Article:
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Wreck of the patrol vessel Uisko sunk by a Soviet aircraft in 1943.

A group of technical divers took the first underwater photographs of the wreck of the Finnish patrol ship Uisko, sunk in 1943. Technical divers from Finland have visited the wreck of the patrol ship Uisko, which was sunk by a Soviet torpedo bomber I£-4 on 16 September 1943. The wreck of the vessel flying the
Published: June 7, 2021 - 09:00
Updated: July 22, 2023 - 22:43
Wreck of the patrol vessel Uisko sunk by a Soviet aircraft in 1943.

A group of technical divers took the first underwater photographs of the wreck of the Finnish patrol ship Uisko, sunk in 1943.

Technical divers from Finland have visited the wreck of the patrol ship Uisko, which was sunk by a Soviet torpedo bomber I£-4 on 16 September 1943. The wreck of the vessel flying the flag of the Finnish Navy rests at a depth of 68 metres. The remains of the ship in the middle of the Gulf of Finland were found on 8 May 2008 by researchers from the Estonian Maritime Museum.

historical photograph of a finnish ship
Archival photograph of the patrol vessel Uisko
Celtic

Uisko was built in a Belgian shipyard in 1938 and measured 40.4 metres long and 7.1 metres wide. Originally, while still a Celtic trawler, she fished in the North Sea. However, this lasted rather briefly, only until 1939. Then the ship was bought by the Finns, who in 1941 incorporated her into navy their country.

From then on, the vessel was known as the patrol ship Uisko. The recent trawler was armed with a 75mm cannon, anti-aircraft guns and depth charges. The main task facing the crew was the search and detection of Soviet ships submarines. The Soviets, wanting to get to the Baltic Sea, had to cross the Gulf of Finland first.

diver on the wreck by the 75 mm cannon
Divers photographed the wreck for the first time Photo: Sami Paakkarinen
Last day of service

On 16 September 1943, together with another patrol vessel, Tursas, Uisko drifted with her engines off. Both vessels were in the middle of the The Gulf of Finland. The crew was conducting a routine search for enemy submarines, using hydro-acoustic listening devices. Just then a Soviet torpedo bomber Il-4 appeared in the sky, with Alexander Ivanovich Razgonin at the helm.

While the escort ships Uisko and Tursas were in submarine listening position 59°47’5 and 24°58′, an enemy aircraft approached them from the Tallinn side at 15.54 h. The aircraft flew at low altitude and turned from the west side of Tursas towards Uisko. It dropped a torpedo at a distance of about 800-1000 metres from a height of less than 50 metres.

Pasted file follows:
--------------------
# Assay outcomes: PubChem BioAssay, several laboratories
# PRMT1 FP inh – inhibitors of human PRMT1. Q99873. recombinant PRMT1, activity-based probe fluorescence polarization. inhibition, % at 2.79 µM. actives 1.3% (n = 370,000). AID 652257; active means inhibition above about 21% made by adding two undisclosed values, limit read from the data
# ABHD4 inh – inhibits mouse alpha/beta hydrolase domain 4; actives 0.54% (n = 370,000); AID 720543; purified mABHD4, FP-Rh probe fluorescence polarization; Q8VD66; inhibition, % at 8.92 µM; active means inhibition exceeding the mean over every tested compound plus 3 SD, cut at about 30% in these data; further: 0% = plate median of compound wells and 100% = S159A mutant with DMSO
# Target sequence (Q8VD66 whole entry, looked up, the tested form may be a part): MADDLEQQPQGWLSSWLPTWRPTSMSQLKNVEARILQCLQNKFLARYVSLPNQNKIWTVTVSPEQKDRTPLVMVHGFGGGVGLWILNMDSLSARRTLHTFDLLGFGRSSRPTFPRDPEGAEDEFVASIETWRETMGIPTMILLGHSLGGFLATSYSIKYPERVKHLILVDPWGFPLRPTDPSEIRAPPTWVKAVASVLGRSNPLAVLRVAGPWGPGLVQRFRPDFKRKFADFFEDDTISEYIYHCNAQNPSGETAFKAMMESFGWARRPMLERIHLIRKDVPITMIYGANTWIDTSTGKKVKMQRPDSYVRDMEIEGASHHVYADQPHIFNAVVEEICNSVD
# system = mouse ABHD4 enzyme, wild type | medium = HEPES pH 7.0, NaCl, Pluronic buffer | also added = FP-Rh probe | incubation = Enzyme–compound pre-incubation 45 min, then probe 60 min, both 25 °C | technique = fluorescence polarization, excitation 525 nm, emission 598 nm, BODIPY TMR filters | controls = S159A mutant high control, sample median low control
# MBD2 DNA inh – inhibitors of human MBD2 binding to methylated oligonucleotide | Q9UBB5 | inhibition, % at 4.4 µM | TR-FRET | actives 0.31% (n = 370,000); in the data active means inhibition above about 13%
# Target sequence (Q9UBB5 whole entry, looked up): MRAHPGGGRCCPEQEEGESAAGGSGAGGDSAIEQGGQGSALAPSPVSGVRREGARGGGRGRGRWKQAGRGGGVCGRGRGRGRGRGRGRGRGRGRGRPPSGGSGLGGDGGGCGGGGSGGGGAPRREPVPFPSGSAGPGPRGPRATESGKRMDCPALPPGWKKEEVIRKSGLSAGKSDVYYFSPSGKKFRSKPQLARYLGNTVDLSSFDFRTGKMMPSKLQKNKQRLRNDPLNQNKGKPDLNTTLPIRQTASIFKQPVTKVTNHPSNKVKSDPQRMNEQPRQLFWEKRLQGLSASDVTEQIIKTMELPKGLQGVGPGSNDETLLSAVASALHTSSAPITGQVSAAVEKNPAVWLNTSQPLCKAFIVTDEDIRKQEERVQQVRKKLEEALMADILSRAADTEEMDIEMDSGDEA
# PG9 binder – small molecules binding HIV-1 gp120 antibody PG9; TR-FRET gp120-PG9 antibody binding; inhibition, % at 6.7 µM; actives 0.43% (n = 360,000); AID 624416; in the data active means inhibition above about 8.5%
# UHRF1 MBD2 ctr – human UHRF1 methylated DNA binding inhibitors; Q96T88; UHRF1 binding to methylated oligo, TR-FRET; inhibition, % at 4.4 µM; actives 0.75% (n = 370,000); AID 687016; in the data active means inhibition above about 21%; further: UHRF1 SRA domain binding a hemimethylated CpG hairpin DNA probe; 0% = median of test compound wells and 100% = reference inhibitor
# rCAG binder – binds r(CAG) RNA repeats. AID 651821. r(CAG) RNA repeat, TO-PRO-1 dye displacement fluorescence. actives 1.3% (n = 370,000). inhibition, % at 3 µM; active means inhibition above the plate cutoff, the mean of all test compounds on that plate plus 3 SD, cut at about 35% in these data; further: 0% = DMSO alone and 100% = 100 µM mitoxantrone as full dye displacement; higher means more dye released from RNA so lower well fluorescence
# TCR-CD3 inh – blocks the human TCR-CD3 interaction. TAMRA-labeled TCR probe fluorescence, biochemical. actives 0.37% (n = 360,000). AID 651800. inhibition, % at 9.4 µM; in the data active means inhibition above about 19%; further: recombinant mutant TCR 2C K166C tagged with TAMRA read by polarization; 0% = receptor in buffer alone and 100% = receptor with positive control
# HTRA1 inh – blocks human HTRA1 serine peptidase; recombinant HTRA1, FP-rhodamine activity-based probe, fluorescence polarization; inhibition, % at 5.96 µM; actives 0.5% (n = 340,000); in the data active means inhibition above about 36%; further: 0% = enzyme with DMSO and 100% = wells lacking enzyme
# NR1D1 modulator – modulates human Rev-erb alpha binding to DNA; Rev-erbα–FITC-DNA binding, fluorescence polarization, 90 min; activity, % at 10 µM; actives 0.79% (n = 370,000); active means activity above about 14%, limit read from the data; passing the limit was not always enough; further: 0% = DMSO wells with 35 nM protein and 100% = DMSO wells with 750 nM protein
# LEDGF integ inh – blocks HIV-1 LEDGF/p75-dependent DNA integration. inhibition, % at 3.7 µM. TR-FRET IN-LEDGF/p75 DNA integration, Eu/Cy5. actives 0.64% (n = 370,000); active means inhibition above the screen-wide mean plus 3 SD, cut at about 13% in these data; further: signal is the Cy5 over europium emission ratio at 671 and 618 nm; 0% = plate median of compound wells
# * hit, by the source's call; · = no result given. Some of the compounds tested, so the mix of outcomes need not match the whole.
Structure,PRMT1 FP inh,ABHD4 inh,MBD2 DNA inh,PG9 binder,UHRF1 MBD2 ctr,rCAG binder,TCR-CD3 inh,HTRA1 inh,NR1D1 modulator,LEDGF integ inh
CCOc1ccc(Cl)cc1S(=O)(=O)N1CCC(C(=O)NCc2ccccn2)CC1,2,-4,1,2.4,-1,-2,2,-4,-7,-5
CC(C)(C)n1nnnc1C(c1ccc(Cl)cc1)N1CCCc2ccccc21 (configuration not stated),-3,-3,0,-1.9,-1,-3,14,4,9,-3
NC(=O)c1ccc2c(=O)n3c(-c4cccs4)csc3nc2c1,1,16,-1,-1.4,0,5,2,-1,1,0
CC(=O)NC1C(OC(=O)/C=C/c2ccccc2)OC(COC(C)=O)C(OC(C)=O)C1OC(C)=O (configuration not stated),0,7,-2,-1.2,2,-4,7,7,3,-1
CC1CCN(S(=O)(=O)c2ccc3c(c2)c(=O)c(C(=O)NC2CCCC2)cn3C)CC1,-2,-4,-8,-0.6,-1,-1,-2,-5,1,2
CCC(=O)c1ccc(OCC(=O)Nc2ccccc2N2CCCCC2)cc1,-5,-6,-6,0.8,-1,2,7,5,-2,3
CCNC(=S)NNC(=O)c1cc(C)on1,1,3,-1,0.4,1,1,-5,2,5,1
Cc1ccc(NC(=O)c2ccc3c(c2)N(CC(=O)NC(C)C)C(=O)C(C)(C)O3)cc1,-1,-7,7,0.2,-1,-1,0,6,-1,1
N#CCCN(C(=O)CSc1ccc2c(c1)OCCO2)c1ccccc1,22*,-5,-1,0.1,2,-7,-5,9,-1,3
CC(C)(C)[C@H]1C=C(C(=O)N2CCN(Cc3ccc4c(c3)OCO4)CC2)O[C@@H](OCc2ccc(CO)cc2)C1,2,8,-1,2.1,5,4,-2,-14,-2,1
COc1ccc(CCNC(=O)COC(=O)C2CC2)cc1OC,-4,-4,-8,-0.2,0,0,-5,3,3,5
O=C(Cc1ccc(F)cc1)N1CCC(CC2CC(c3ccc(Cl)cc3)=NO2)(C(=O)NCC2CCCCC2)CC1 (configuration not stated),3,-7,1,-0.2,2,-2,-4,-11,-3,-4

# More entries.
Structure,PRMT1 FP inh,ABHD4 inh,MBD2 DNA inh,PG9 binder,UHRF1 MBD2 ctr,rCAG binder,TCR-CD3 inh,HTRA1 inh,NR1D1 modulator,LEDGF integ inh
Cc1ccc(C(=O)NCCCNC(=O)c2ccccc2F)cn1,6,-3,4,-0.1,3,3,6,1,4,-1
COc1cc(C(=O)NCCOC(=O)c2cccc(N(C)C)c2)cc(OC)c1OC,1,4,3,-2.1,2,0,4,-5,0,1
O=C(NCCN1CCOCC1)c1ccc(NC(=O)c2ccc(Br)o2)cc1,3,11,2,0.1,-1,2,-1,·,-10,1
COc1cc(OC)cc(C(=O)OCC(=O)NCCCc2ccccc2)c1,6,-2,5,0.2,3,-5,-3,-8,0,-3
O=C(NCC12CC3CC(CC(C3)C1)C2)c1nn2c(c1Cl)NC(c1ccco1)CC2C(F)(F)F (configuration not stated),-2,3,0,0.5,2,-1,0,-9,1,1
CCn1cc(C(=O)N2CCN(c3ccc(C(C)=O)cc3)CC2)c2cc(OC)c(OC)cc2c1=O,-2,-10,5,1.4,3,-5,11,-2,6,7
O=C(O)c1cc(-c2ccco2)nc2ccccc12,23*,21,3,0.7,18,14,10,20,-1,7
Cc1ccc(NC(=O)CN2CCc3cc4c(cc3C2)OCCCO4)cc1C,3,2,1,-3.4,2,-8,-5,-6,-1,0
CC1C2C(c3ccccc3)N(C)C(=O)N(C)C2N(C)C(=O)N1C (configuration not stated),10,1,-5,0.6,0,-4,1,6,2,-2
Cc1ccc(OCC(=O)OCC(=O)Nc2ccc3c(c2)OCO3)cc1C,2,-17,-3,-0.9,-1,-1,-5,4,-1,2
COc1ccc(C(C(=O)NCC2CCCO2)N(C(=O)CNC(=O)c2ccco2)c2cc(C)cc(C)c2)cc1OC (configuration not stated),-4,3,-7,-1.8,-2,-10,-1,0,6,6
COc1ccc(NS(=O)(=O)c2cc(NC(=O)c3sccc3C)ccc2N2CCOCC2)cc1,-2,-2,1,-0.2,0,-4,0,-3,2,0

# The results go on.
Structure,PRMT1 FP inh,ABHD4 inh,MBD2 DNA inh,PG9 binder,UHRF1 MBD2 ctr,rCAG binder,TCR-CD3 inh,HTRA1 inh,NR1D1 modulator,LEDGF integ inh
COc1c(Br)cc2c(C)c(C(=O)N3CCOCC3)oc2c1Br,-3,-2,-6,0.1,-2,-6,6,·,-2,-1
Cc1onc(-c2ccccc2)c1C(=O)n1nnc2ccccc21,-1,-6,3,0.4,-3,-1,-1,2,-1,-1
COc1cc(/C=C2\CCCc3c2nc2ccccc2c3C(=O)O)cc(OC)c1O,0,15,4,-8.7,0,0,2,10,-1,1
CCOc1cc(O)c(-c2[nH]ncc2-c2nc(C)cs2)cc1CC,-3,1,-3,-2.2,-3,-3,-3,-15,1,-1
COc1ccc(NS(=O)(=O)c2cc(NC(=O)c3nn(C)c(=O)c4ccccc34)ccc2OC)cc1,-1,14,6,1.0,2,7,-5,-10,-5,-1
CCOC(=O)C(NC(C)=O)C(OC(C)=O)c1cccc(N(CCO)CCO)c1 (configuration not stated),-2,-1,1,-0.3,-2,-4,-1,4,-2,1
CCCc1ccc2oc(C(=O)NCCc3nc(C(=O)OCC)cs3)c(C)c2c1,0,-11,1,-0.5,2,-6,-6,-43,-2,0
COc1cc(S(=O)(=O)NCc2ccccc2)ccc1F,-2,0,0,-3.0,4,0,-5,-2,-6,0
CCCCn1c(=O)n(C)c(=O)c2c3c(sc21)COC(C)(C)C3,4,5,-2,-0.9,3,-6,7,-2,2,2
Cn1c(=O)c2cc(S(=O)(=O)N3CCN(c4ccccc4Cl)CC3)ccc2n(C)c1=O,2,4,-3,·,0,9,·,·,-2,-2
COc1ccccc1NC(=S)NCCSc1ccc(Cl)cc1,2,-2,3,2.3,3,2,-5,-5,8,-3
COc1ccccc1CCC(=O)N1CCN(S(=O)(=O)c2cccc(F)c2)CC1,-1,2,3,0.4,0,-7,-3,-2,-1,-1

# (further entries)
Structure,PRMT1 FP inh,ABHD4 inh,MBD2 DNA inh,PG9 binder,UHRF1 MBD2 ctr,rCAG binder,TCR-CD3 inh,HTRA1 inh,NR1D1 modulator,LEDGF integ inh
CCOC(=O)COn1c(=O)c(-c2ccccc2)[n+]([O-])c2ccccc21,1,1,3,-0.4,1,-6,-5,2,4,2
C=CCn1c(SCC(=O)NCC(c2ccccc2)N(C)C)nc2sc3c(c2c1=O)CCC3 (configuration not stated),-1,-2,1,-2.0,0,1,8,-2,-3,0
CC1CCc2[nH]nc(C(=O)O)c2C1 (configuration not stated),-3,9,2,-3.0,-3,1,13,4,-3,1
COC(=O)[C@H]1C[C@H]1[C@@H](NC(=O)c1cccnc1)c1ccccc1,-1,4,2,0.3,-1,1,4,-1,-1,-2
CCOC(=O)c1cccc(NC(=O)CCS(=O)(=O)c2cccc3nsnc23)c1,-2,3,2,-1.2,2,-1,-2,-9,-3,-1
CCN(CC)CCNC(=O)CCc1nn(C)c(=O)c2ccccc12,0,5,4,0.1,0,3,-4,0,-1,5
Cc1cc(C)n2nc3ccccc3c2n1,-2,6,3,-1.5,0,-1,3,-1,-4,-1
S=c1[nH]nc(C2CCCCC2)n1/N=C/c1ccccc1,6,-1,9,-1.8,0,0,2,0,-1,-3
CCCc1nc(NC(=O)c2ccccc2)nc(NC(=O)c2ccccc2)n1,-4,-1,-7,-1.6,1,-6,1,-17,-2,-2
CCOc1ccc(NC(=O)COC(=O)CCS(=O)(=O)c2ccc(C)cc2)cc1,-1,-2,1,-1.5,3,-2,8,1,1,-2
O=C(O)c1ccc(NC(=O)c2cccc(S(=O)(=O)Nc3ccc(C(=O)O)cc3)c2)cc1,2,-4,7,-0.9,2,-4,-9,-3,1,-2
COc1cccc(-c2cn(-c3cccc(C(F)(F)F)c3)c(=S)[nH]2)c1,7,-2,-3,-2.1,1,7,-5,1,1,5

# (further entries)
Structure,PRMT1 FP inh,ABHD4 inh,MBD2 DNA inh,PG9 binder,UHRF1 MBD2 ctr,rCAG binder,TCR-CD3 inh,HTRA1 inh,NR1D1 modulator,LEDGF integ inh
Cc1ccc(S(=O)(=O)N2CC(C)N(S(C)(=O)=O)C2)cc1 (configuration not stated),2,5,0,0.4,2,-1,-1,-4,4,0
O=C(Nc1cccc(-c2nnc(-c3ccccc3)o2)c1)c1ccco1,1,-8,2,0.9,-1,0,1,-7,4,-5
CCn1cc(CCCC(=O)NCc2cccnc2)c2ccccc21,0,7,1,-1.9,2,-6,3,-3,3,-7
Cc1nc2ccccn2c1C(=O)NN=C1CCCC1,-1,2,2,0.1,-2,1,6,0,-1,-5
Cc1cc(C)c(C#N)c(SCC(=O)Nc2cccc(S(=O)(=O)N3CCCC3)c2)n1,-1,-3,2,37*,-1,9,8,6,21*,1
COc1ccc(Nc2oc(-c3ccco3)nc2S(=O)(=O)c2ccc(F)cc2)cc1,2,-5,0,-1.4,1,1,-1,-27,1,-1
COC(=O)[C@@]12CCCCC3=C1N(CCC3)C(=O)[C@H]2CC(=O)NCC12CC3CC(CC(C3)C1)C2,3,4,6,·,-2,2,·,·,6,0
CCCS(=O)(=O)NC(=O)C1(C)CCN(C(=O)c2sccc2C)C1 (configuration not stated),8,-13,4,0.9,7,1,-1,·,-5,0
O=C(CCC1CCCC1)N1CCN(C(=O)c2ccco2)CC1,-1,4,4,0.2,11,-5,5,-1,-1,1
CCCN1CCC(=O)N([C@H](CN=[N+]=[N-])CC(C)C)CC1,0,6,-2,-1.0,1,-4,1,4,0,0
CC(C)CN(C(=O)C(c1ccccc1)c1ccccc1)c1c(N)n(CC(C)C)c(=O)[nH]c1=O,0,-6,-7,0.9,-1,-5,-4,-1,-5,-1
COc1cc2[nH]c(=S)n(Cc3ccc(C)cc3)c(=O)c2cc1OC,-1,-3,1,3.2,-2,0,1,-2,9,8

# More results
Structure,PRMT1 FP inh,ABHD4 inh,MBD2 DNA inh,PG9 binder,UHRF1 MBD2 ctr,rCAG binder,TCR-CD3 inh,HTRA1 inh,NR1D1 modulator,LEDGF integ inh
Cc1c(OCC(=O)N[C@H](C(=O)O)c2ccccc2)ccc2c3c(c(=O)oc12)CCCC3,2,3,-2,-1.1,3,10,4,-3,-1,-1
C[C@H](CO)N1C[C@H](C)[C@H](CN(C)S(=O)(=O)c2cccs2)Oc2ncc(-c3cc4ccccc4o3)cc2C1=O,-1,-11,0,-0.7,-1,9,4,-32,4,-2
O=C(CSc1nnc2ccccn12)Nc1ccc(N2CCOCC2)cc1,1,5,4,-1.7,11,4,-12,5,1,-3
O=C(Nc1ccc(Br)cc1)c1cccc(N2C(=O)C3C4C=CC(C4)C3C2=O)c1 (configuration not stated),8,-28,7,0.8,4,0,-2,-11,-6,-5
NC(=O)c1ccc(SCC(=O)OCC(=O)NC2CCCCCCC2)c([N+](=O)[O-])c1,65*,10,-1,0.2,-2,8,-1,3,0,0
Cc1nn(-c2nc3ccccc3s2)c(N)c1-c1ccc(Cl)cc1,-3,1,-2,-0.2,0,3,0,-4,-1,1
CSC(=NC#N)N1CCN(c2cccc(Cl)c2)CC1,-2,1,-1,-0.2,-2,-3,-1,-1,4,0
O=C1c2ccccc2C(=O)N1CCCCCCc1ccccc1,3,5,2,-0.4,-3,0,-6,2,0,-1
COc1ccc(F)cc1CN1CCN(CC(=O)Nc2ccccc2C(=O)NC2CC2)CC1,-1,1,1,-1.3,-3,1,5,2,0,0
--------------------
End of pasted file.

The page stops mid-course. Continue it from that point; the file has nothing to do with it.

A torpedo hit the starboard side and the ship exploded at 15.55. Tursas rescued the two surviving men (Sergeant Kjellin and Sailor Antikainen) and Corporal Eskelinen, who was killed in action. The site of the ship’s sinking was marked with a spar buoy, depth 75 metres. The plane was observed and an alarm was raised on both vessels. Both ships were underway when the torpedo was dropped. 2 officers, 10 NCOs and 6 sailors were killed The course of events as written in the war diary – link to original

telegraph on a shipwreck
The wreck of the Uisko lies in the middle of the Gulf of Finland, at a depth of 68 metres Photo: Sami Paakkarinen
Thunderbolt

While the crew of the patrol boat Tursas managed to get the engine running, the Uisko sailors were not so lucky. The attack from the Soviet bomber was swift and surprising, and therefore deadly effective. Only two sailors from the Finnish ship’s crew were saved, and the Uisko, after being hit by a torpedo sank in less than 10 minutes.

Due to the low cloud cover, Alexander Ivanovich Razgonin was walking at a low altitude, as a result of which his attack was completely sudden for the Finns. The ship, which had stopped for a hydroacoustic search, did not have time to move or open anti-aircraft fire and received a torpedo hit in the middle of the hull. Nothing prevented the pilot from making two circles and watching the agony of his victim, who disappeared completely under water after 8-10 minutes. Along with the ship, 19 sailors were killed, including Lieutenant Commander Sandholm. In the following days of the month, the crew of the Razgonin was unsuccessful, although it flew several times in cross-country flights – – transcript from

Today the wreck of the patrol vessel Uisko rests on the seabed at a depth of 68 metres. As the vessel suffered extensive damage from the explosion it broke through and is in two parts.

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About author

Tomasz Andrukajtis
Editor-in-chief of the DIVERS24 portal and magazine. Responsible for obtaining, translating and developing content. He also supervises all publications. Achived his first diving certification – P1 CMAS, in 2000. Has a degree in journalism and social communication. In the diving industry since 2008.
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